01:40 - Source: CNN
Obstacles and challenges after Sandy

Story highlights

The storm's U.S. death toll climbs to 106

New Jersey governor orders odd-even rationing for gas in 12 counties

Some customers without power are looking at more than a week in the dark

The New York City Marathon is canceled amid criticism

New York CNN —  

Pockets of frustration among cold and hungry residents festered Friday in the aftermath of Superstorm Sandy, even as other areas sputtered back to life.

The biggest challenges in places like New Jersey and Staten Island – where the majority of New York’s storm-related deaths were recorded – include food and electricity shortages.

Across 15 states and the District of Columbia, utilities reported that about 3.3 million customers remained without power. Some may stay in the dark for at least another week, reported area utility companies PSE&G and LIPA, the Long Island Power Authority.

People shivered, their heads peeking out from bulky sweatshirts, waiting hours at stations to fill their gas cans.

In New Jersey, where people are not allowed to pump their own gas, Gov. Chris Christie ordered odd-even rationing for purchases in 12 counties, with the hopeful goals of cutting lines and preventing a fuel shortage.

People in the affected counties with a license plate ending in an even number will be able to purchase fuel on even numbered days; the opposite being true for people with plates ending in an odd number.

FEMA wins kudos for Sandy response

Four days have passed since Sandy hit, and survivors pleaded for basic necessities.

“We’re freezing. Bottom line is that we’re so cold (be)cause we have nothing – no electricity, no gas,” said Staten Island resident Michele Belloli.

She spent a part of Friday walking around her neighborhood, her home for 40 years.

Marathon canceled

Another Staten Island resident, Nick Camerada, described the storm and how the situation has worsened for him since it struck.

“The water was so high. It was up to this part of the door,” he said, pointing to a spot above his waist.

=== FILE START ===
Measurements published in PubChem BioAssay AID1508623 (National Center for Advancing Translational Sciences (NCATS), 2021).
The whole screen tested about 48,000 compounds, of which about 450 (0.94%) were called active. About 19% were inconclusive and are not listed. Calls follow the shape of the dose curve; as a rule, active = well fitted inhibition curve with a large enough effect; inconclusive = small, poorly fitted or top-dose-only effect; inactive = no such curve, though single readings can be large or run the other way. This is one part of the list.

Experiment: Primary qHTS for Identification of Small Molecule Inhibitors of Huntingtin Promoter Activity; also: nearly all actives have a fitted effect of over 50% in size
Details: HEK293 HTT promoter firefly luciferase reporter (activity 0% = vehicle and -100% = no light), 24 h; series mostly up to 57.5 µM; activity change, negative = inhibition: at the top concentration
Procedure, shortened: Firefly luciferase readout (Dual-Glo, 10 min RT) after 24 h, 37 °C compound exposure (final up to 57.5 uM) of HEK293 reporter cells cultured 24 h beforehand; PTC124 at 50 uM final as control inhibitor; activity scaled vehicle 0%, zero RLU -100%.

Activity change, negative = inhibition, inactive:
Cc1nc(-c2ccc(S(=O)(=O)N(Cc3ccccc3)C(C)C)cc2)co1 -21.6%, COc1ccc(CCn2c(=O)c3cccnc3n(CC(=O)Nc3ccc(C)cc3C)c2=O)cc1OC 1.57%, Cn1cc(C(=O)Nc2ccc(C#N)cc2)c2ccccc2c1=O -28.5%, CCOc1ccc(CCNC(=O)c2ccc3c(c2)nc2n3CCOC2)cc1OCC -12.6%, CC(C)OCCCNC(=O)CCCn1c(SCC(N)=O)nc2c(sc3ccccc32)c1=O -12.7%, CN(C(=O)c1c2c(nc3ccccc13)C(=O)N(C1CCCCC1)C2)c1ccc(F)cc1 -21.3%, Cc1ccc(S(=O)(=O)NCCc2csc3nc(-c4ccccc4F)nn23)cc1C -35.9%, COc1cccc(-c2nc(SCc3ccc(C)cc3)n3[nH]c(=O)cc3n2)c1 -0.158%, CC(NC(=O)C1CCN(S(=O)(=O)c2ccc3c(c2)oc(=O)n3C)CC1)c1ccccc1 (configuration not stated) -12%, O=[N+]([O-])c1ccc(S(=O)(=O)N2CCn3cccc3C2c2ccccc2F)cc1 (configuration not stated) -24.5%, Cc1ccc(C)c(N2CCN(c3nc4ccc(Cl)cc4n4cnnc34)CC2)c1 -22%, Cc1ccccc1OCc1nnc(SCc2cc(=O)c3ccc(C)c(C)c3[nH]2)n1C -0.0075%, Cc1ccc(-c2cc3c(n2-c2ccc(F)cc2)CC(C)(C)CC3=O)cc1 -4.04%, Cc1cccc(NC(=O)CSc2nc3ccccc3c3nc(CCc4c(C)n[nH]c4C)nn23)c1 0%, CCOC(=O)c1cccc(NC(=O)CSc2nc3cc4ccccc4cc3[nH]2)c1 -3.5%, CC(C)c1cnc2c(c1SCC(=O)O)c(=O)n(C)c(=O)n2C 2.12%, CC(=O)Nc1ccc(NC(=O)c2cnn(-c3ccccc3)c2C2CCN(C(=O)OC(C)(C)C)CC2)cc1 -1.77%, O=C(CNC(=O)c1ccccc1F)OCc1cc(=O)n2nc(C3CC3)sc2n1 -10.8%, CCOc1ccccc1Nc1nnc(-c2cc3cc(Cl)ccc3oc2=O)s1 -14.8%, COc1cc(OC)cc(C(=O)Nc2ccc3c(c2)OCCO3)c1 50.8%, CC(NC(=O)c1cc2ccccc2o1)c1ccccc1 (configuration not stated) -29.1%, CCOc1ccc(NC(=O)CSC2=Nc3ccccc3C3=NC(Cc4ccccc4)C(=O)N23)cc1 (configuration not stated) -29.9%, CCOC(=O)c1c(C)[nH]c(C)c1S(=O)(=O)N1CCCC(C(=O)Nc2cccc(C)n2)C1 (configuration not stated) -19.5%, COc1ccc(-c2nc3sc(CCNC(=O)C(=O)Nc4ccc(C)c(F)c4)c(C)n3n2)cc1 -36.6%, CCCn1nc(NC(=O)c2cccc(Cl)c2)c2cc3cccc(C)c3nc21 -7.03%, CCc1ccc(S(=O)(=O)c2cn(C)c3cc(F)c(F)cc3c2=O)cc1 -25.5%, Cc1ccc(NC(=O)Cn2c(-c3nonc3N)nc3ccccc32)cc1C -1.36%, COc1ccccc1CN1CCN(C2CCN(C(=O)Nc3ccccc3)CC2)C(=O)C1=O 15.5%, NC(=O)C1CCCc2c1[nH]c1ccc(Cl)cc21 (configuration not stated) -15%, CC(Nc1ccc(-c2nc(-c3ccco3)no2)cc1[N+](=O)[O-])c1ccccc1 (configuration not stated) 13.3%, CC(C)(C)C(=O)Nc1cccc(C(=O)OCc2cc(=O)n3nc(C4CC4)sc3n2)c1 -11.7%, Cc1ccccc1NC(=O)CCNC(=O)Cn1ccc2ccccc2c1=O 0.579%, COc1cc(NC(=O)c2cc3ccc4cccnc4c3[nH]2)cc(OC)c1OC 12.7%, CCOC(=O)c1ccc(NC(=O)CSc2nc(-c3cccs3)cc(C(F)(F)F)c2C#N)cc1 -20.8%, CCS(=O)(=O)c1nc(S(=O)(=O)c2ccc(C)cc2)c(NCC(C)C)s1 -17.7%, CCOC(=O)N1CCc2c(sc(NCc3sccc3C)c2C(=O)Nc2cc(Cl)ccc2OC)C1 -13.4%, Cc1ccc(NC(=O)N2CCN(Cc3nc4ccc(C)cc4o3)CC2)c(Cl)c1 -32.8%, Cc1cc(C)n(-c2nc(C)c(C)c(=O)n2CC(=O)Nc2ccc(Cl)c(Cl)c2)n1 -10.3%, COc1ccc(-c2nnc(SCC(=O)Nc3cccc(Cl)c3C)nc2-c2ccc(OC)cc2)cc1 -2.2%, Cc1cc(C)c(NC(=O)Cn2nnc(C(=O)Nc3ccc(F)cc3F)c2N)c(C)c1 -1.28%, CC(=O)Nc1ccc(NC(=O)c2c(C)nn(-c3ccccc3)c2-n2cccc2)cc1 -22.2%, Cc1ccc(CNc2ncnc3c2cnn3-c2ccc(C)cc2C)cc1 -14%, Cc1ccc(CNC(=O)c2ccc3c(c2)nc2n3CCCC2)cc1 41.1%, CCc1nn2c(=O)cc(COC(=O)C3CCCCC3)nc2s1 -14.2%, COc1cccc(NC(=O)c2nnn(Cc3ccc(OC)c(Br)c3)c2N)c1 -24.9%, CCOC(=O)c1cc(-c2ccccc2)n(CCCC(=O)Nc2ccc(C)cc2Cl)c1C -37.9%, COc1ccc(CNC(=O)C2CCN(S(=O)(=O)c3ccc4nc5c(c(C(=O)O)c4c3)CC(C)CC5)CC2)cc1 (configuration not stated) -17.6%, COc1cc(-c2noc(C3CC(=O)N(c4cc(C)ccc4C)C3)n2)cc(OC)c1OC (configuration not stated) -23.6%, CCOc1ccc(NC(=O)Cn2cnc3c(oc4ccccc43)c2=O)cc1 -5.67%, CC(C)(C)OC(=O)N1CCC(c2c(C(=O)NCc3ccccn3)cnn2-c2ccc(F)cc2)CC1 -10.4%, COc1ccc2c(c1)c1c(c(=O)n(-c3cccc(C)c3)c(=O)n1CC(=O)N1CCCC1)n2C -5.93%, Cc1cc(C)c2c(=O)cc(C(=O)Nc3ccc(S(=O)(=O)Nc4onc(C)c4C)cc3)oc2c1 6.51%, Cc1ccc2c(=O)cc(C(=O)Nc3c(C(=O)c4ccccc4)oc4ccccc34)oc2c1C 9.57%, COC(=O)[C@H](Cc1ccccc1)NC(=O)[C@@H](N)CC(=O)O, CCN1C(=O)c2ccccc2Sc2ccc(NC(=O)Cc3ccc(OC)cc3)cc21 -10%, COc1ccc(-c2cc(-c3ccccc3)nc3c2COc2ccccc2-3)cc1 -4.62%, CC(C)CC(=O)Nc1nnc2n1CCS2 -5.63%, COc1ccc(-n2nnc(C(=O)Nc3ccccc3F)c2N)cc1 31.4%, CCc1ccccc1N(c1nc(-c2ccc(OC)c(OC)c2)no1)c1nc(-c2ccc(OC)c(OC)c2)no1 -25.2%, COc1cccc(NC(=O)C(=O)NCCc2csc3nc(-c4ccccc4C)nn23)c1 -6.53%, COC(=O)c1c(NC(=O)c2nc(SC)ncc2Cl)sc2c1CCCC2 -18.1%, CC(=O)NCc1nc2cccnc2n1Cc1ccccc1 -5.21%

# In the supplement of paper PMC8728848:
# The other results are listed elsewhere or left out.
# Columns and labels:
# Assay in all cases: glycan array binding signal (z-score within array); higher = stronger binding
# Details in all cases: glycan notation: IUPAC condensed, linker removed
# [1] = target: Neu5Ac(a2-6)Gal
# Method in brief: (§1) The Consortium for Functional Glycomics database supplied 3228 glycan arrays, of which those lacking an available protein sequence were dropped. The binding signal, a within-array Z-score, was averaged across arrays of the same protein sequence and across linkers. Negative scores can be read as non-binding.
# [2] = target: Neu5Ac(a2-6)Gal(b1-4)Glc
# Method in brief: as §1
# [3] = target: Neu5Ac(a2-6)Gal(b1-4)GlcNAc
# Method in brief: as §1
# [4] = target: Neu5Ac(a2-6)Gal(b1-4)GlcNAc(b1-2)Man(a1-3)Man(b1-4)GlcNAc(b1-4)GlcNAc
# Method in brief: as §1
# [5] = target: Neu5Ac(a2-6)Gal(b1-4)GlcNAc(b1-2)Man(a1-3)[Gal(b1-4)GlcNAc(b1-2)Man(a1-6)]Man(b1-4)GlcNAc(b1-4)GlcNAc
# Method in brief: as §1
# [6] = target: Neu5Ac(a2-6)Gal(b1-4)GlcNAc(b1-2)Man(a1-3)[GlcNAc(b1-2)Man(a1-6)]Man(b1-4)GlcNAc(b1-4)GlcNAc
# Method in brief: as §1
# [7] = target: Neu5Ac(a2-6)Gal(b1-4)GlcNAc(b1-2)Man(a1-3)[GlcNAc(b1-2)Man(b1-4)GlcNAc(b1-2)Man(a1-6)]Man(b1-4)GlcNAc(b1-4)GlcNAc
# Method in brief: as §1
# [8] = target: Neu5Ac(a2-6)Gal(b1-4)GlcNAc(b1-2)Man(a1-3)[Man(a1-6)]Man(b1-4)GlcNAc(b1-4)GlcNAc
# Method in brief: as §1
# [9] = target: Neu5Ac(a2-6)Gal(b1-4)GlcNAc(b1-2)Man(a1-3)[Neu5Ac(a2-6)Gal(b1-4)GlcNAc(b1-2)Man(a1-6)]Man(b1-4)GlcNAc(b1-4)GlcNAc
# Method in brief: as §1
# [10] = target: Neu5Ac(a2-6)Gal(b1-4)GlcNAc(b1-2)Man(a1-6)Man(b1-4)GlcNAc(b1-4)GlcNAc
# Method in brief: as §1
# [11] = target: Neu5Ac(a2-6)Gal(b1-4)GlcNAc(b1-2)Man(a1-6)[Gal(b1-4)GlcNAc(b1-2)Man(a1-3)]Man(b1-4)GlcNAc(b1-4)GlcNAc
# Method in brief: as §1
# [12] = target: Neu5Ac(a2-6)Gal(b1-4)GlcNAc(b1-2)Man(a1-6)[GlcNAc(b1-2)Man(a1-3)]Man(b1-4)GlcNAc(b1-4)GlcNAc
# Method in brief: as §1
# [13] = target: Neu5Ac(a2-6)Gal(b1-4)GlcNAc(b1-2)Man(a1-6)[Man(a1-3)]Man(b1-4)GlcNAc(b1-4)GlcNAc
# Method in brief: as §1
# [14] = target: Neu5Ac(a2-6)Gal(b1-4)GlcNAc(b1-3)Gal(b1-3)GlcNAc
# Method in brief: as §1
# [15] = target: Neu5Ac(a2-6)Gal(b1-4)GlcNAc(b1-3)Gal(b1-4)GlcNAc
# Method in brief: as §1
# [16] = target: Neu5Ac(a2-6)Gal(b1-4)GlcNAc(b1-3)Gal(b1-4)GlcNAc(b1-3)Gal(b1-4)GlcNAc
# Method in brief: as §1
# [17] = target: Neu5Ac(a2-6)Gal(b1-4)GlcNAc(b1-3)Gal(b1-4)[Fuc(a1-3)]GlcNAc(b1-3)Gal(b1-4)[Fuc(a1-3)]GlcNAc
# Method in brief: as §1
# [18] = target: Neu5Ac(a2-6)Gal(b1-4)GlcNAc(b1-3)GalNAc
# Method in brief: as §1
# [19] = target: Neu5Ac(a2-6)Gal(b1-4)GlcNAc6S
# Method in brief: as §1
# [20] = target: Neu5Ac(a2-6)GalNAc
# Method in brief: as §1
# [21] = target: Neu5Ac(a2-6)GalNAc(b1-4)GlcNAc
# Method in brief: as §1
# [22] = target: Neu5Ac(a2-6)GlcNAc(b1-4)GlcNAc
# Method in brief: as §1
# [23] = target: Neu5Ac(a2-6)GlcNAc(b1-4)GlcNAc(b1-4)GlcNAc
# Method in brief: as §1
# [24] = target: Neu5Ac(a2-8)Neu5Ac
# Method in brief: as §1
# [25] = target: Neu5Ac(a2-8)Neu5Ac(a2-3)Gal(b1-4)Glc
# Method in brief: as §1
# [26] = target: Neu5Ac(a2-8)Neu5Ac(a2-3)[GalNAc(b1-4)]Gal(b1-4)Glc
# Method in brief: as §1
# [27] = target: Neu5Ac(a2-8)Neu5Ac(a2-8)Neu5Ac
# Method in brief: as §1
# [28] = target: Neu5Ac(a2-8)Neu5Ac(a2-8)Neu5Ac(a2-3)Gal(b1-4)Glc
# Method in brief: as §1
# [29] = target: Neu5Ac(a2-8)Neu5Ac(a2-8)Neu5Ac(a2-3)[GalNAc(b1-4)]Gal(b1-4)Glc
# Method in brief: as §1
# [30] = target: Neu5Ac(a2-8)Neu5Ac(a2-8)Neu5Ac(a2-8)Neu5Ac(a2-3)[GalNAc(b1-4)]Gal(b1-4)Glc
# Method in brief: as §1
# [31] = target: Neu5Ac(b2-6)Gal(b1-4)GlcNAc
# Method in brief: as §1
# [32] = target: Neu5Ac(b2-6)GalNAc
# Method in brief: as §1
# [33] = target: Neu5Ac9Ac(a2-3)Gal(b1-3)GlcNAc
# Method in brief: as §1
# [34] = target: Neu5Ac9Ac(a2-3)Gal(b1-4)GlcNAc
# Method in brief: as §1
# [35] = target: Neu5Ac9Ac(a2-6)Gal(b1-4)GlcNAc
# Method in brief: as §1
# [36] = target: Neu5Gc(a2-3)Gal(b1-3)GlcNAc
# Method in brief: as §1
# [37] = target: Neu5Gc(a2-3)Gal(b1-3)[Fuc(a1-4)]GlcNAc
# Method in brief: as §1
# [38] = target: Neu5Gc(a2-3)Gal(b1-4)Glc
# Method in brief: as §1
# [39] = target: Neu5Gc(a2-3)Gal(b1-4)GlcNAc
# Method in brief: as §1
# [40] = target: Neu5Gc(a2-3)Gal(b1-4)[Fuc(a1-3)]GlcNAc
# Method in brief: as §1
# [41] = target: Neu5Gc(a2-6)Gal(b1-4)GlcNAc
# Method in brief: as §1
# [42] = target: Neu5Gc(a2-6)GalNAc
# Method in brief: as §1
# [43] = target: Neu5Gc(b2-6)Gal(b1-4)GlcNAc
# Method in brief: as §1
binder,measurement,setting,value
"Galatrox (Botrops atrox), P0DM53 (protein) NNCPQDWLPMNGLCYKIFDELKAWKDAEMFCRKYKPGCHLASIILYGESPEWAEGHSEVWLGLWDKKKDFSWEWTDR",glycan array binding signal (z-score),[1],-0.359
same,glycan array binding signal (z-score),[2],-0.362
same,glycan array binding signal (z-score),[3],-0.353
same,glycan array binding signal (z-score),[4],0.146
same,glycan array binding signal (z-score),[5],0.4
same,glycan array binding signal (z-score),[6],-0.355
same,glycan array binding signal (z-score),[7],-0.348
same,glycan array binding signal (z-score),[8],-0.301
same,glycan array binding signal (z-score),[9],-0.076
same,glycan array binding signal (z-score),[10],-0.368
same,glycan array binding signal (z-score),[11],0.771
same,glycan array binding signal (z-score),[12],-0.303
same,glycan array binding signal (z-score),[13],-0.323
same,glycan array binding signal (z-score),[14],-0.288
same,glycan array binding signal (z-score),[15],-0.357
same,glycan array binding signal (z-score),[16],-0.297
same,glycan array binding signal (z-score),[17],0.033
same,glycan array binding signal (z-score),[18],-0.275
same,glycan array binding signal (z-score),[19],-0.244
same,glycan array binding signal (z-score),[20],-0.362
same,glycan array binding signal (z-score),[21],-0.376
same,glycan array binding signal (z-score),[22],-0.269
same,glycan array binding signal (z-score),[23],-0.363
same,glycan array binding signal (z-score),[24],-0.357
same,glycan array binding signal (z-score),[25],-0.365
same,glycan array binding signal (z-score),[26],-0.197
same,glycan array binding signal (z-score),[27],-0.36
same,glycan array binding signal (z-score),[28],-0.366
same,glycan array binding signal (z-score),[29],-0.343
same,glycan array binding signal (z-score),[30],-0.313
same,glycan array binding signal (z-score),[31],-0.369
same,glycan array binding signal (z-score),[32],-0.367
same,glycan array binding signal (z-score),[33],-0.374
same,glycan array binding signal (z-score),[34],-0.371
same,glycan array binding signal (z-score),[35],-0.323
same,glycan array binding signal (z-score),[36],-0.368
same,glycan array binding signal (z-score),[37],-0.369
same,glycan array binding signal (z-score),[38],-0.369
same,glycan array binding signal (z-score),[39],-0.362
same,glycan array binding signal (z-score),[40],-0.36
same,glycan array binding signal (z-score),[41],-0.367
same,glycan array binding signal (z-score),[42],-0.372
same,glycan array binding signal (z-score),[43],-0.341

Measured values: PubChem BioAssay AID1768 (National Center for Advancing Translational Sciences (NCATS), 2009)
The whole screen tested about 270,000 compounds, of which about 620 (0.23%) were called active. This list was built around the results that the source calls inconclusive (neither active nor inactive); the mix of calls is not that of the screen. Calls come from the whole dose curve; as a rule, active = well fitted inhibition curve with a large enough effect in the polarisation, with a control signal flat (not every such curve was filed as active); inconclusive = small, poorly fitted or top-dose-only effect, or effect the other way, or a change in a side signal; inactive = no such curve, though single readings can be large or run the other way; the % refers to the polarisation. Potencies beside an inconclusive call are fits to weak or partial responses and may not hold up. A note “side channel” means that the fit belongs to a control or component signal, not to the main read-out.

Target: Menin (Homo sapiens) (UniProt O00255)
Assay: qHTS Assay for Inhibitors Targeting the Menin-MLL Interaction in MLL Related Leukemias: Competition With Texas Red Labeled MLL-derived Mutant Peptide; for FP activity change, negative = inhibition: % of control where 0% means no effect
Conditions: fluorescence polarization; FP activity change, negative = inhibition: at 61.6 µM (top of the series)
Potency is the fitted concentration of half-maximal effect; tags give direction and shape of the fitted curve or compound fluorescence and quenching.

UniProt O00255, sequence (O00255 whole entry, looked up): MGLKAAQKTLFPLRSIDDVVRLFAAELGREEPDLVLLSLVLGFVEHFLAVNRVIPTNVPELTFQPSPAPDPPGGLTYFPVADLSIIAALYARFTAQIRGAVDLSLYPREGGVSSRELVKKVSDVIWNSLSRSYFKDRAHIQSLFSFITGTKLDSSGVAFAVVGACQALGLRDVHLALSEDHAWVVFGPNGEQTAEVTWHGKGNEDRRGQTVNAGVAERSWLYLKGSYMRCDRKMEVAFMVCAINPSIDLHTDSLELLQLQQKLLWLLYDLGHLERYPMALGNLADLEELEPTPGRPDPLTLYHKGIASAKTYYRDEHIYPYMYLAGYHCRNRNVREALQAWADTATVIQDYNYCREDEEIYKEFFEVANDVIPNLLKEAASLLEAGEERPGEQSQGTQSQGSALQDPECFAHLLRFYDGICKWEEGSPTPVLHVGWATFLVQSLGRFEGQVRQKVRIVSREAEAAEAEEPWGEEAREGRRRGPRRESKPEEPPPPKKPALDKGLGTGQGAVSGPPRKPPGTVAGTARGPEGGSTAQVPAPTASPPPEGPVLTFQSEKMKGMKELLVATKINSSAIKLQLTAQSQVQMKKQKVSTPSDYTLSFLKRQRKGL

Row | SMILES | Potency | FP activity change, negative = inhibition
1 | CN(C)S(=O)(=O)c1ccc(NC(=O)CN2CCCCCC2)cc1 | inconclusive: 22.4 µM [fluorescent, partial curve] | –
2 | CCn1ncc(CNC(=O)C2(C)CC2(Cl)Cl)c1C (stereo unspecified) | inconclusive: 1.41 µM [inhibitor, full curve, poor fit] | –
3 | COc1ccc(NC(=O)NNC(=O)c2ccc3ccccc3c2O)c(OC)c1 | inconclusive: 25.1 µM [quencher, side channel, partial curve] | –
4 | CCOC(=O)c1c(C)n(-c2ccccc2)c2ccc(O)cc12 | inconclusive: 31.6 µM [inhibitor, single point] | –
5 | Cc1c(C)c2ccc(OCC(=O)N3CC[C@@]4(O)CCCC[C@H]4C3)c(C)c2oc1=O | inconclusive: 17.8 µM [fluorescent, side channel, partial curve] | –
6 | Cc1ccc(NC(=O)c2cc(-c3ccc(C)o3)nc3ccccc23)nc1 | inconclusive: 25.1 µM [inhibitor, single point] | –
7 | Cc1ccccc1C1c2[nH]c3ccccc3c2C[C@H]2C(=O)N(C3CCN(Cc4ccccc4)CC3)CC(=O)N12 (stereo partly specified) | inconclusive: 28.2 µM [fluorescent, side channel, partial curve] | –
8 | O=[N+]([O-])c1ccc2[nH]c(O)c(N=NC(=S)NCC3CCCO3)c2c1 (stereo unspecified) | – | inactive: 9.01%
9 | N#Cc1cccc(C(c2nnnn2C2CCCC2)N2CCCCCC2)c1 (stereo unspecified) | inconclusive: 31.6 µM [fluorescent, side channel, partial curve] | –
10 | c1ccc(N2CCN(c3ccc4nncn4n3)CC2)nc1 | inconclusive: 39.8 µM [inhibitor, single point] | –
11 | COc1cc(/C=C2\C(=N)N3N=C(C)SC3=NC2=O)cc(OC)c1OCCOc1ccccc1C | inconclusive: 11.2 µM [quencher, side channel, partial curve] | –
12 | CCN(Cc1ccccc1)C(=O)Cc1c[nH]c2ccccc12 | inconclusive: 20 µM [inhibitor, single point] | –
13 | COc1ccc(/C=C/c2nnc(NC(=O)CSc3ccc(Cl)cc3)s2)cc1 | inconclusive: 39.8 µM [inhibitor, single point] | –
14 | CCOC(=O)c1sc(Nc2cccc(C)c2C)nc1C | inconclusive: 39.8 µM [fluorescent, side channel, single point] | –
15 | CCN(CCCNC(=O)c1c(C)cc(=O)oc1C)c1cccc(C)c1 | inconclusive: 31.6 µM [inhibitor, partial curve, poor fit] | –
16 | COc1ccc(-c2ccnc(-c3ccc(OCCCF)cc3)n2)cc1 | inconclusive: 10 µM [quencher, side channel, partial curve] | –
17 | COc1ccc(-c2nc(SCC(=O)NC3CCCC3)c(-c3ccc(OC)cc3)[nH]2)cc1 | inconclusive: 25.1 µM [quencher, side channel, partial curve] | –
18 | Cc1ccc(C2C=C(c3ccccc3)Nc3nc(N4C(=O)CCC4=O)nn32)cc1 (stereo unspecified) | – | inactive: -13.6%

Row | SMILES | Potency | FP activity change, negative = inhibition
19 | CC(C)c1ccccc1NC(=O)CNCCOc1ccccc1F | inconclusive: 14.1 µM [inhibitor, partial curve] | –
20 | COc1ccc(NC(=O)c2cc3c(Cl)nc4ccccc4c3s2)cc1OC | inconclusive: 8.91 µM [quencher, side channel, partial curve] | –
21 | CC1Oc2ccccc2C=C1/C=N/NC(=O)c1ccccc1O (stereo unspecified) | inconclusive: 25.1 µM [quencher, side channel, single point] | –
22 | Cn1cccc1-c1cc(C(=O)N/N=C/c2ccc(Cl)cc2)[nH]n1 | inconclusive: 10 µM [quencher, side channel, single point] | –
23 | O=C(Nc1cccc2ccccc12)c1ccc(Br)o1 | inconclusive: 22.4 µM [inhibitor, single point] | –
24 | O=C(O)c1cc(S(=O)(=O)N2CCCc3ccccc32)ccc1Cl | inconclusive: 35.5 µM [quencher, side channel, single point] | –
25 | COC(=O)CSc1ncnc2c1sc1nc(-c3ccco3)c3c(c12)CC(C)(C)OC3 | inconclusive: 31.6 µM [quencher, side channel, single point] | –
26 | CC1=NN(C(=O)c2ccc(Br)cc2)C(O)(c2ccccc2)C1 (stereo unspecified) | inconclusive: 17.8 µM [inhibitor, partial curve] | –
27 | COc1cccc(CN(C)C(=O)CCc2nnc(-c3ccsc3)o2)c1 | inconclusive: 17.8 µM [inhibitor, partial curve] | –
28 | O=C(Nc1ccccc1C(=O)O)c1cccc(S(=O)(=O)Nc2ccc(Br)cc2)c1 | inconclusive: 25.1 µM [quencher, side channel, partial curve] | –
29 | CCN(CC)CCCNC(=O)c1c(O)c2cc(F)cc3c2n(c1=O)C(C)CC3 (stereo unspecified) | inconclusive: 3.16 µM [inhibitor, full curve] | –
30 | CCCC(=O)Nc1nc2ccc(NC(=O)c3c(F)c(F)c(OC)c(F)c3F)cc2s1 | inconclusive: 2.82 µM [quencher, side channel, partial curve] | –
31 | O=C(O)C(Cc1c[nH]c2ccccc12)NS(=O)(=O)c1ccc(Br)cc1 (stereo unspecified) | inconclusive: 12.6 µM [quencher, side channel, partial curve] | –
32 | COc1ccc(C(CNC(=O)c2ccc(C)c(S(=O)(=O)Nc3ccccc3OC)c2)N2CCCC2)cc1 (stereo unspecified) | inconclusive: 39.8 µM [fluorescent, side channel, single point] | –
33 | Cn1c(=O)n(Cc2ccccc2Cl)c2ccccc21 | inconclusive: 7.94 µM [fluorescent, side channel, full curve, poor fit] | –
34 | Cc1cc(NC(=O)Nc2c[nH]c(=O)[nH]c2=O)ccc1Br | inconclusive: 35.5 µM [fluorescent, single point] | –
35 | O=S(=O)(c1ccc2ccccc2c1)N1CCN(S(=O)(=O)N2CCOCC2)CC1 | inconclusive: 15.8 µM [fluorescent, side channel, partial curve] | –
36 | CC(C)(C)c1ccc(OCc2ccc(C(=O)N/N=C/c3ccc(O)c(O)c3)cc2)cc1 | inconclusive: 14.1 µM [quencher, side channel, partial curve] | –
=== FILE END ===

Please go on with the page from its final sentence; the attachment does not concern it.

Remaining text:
“I couldn’t get into the door. I went around the side of the house and I stood on a box that was floating, and I went through the window to get back in the house with my family.”

Camerada, his wife and four sons scrambled to an upper floor. The first floor of their house flooded.

“Not only did they try hard, but they got it done,” Cuomo said.

Long gas lines test patience

U.S. Sen. Chuck Schumer, who toured the area Thursday, described conditions as grim.

“This is the worst thing I’ve ever seen, and it’s killing me what these people have to go through,” said the New York Democrat. “We’ll get whatever federal help we can, that’s for sure.”

Help arrived Thursday night and into Friday in the form of 30 Red Cross trucks filled with food, water and medicine, while nearly 7,000 people spent the night in Red Cross shelters across the region.

The aid group said a massive feeding operation is under way on Long Island and across the Tri-State area, where residents continue to face food shortages.

Some $18 million in federal relief aid has been disbursed so far in the wake of the storm. Much of it is in the form of rental assistance, which can extend for up to 18 months for those with major home damage.

“A lot of folks who flooded did not have flood insurance,” said Federal Emergency Management Agency Administrator Craig Fugate. “The lessons (we) learned from the past is not to wait to see how bad it is.”

On Friday, Air Force planes began carrying 632 tons of equipment and supplies, including 69 vehicles, from California to the New York region.

Elsewhere, signs of recovery sprouted: trains grinding back to limited service, buses hauling commuters down roads strewn with debris.